By: Andrew Leong, Staff Writer
Quitting smoking greatly reduces the risk of many diseases such as lung cancer, coronary heart disease, and stroke, all of which increase morbidity and mortality in patients. Currently in North America, there are three main pharmacological therapies used in the management of smoking cessation. The most recognizable one, nicotine replacement therapy (NRT), can come as a patch, gum, or lozenge. Antidepressants, such as bupropion and nortriptyline, also have some use as smoking cessation therapies. Finally, varenicline is a nicotinic receptor partial agonist and works by binding to the receptor more weakly than nicotine, therefore reducing cravings and withdrawal symptoms.1
Cytisine is another nicotinic receptor partial agonist that has been used since the 1960s in Eastern Europe. Four systematic reviews were conducted and they all found that cytisine was superior to placebo for short-term and long-term abstinence. Cytisine was also shown to have no significant increase in adverse effects when compared to placebo although gastrointestinal symptoms were more common.2
In a recent parallel-group, open label, randomized, controlled, noninferiority trial, it was hypothesized that 25 days of cytisine (the manufacturer’s recommendation3) plus low-intensity behavioral support would be at least as effective as 8 weeks of NRT plus low-intensity behavioral support for smoking cessation.4 Conducted in New Zealand, it is the first study that has compared these two treatment modalities.
Participants were at least 18 years of age, daily smokers, and motivated to quit. Exclusion criteria were chosen on the basis of varenicline-related concerns such as self-reported pheochromocytoma, a blood pressure above 150/100 mmHg, or pregnancy. Participants were also excluded if they were already taking cessation medication or if they were already in another cessation program or study. The primary endpoint of the study was self-reported continuous abstinence from smoking for one month after quit date. After all criteria were met, 655 participants were chosen for each study arm.4
The study found that cytisine was non-inferior to nicotine-replacement therapy: 1 month continuous abstinence rates were significantly higher in the cytisine group than in the NRT group (40% vs. 31%, p<0.001). Additionally, at each of the point-prevalence abstinence times (1 week, 1 month, 2 month, and 6 month), cytisine was statistically significantly superior to NRT. At 1 week, 41% of the cytisine participants had abstained versus the 30% of the NRT participants (p< 0.001). At 1 month, 42% had abstained versus 33% (p<0.001). At 2 months, 38% had abstained versus 32% (p=0.020). At 6 months however, results were not statistically significant (31% vs. 30%, p=0.549).4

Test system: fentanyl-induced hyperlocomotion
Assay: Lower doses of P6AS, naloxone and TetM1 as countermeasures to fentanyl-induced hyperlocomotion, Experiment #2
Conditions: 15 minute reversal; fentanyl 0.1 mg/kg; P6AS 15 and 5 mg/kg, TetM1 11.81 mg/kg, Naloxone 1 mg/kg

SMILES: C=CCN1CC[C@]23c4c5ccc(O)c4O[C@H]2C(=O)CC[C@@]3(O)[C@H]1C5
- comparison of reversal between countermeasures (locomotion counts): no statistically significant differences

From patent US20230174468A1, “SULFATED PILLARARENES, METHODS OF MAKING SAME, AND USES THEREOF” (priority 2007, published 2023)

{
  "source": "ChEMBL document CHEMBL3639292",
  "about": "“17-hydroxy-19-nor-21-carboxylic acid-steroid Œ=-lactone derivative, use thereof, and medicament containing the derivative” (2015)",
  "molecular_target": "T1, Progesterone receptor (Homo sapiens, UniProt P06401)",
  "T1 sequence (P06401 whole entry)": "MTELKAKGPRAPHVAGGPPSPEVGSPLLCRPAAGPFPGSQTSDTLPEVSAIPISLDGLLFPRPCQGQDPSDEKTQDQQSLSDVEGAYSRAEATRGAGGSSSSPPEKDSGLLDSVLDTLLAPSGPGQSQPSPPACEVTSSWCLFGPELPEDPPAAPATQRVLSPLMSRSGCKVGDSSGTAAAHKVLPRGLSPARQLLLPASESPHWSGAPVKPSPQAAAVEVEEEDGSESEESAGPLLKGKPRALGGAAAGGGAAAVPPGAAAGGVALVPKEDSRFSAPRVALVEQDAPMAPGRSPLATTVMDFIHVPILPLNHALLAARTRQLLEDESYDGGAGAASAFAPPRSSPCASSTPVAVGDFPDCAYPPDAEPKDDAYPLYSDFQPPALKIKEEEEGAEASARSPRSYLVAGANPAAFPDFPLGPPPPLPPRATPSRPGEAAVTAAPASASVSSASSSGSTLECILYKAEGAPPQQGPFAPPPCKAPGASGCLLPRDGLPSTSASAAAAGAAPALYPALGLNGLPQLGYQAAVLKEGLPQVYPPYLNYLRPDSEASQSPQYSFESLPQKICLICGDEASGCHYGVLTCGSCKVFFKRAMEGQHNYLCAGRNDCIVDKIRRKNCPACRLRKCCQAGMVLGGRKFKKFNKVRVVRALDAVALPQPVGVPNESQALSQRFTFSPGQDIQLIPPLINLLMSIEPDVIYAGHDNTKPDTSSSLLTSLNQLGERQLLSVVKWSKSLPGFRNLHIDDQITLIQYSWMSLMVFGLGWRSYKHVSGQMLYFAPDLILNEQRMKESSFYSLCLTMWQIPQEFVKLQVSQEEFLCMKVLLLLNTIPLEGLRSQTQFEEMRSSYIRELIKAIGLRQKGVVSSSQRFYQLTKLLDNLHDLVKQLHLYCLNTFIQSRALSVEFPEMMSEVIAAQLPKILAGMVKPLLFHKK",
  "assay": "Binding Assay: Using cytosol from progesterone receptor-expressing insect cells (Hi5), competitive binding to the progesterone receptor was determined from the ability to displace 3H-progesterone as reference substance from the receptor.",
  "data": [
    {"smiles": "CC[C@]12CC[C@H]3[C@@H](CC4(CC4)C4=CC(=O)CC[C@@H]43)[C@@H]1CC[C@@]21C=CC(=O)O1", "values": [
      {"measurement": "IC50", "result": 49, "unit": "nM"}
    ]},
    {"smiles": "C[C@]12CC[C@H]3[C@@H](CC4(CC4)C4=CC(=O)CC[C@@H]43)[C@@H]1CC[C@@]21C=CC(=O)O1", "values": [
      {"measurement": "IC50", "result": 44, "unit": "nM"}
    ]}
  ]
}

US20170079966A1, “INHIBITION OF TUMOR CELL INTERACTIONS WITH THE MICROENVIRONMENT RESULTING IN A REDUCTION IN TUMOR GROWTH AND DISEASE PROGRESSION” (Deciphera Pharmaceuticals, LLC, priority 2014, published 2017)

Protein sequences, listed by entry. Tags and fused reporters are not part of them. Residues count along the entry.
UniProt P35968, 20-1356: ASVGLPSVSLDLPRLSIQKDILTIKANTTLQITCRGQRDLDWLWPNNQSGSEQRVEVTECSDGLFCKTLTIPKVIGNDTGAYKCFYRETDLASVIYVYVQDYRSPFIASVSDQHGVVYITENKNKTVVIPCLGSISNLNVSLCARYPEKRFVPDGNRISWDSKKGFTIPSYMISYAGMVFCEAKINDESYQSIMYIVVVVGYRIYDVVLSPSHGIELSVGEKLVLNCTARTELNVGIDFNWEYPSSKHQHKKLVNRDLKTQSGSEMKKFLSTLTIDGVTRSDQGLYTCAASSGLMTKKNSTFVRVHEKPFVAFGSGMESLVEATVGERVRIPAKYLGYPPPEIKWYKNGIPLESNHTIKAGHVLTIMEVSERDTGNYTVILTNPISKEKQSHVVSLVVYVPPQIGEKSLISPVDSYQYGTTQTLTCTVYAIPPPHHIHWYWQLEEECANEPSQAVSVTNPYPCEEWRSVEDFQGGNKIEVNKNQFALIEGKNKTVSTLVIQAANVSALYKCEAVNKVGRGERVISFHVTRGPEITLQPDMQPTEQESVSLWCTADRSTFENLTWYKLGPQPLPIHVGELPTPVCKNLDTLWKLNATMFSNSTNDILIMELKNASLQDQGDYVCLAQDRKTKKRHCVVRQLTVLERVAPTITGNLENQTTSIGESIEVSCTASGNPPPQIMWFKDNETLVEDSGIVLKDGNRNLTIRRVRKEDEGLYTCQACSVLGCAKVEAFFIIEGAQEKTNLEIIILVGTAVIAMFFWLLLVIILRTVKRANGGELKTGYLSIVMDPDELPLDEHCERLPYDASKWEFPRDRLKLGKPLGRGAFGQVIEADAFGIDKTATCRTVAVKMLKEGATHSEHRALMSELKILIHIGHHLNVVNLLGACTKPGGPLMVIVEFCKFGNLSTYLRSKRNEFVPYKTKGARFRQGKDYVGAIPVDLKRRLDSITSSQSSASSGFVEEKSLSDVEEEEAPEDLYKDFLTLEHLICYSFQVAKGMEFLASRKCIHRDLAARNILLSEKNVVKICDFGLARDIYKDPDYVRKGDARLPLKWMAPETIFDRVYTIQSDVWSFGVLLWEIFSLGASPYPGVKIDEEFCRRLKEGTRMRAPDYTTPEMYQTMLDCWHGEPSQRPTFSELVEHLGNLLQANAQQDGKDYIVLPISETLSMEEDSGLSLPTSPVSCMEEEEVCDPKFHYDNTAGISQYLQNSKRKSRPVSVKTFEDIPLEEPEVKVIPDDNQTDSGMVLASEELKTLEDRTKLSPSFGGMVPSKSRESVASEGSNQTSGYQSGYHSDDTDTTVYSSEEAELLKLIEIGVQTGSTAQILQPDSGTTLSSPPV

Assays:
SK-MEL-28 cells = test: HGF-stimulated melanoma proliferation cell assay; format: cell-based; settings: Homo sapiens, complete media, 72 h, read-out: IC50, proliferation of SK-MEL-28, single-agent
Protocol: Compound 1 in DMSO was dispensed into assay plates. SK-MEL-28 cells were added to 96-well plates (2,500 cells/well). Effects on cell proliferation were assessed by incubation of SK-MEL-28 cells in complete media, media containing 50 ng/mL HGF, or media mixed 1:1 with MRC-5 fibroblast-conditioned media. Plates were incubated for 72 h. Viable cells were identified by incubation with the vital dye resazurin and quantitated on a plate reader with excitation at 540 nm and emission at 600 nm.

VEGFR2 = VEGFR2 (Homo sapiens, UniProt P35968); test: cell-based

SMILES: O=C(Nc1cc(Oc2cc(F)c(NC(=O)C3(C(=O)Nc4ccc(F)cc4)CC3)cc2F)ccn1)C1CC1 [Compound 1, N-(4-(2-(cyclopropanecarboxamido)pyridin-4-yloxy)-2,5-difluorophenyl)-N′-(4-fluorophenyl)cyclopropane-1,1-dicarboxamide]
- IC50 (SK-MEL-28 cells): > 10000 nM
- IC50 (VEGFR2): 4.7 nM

Approximately 53% of participants were adherent to the guidelines for cytisine treatment (they had taken at least 80 tablets), whereas 67% in the NRT group were adherent with treatment guidelines (they had used NRT at both 1 week and 1 month). While this could mean any number of things, the most probable reason is the adverse event profile. As expected of a varenicline analogue, 31% of participants in the cytisine group had experienced some type of adverse effect compared to 20% in the NRT group. The most common of these adverse effects were nausea and vomiting (5% vs. < 1%) and sleep disorders (4% vs. < 1%).4
Because the study was not completely blinded, there is potential bias. The study authors concluded that “… researchers were aware of treatment allocation, [and] there may have been a reporting bias in favor of cytisine.” Another possible bias was the fact that participants in the cytisine group received a 25-day course of tablets by courier while participants in the NRT group received vouchers from Quitline that were redeemable from community pharmacies for various NRTs. Couriers could have been given to both groups to eliminate any skew in results. In addition, according to the Word Health Organization (WHO), “an ex-smoker is considered a subject who has been abstinent for a period of at least 1 year.”4 This is in contrast to the 1-month abstinence primary endpoint of the trial. Thus, the trial may not be reflective of real-world patient populations.
With this trial, there may be increased interest in bringing cytisine to market beyond Eastern Europe. Practically speaking, cytisine is a lower cost cessation option compared to current therapies; a full regimen costs $20-$35, compared to $70 for NRT (although prices can often be higher depending on severity of addiction), $116 for bupropion, and $277 for varenicline.1,6,7 Due to the seemingly significant cost differences, the study authors conclude that a head-to-head, non-inferiority trial between cytisine and varenicline is justified. Cytisine seems to be another viable, first-line therapy for smoking cessation, and may be a better alternative to current smoking cessation therapies.
- Lexicomp. Varenicline (Lexi-Drugs). Lexicomp website. Available at http://online.lexi.com/lco/action/doc/retrieve/docid/patch_f/512661. Accessed March 29, 2015.
- Hajek P, McRobbie H, Myers K. Efficacy of cytisine in helping smokers quit: systematic review and meta-analysis. Thorax. 2013;68:1037-1042.
- Biogenic Stimulants. Tabex. Tabex Web site. https://www.tabex.net. Accessed March 8, 2015.
- Walker N, Howe C, Glover M, et al. Cytisine versus nicotine for smoking cessation. N Engl J Med. 2014;371(25):2353-62.
- WHO; World Health Organization Classification of Diseases ICD 10, 2015; Chapter: Mental and behavioural disorders due to psychoactive substance use (F10-F19).
- Lexicomp. Nicotine (Lexi-Drugs). Lexicomp website. Available at http://online.lexi.com/lco/action/doc/retrieve/docid/patch_f/7365. Accessed March 29, 2015.
- Lexicomp. Bupropion (Lexi-Drugs). Lexicomp website. Available at http://online.lexi.com/lco/action/doc/retrieve/docid/patch_f/6485. Accessed March 29, 2015.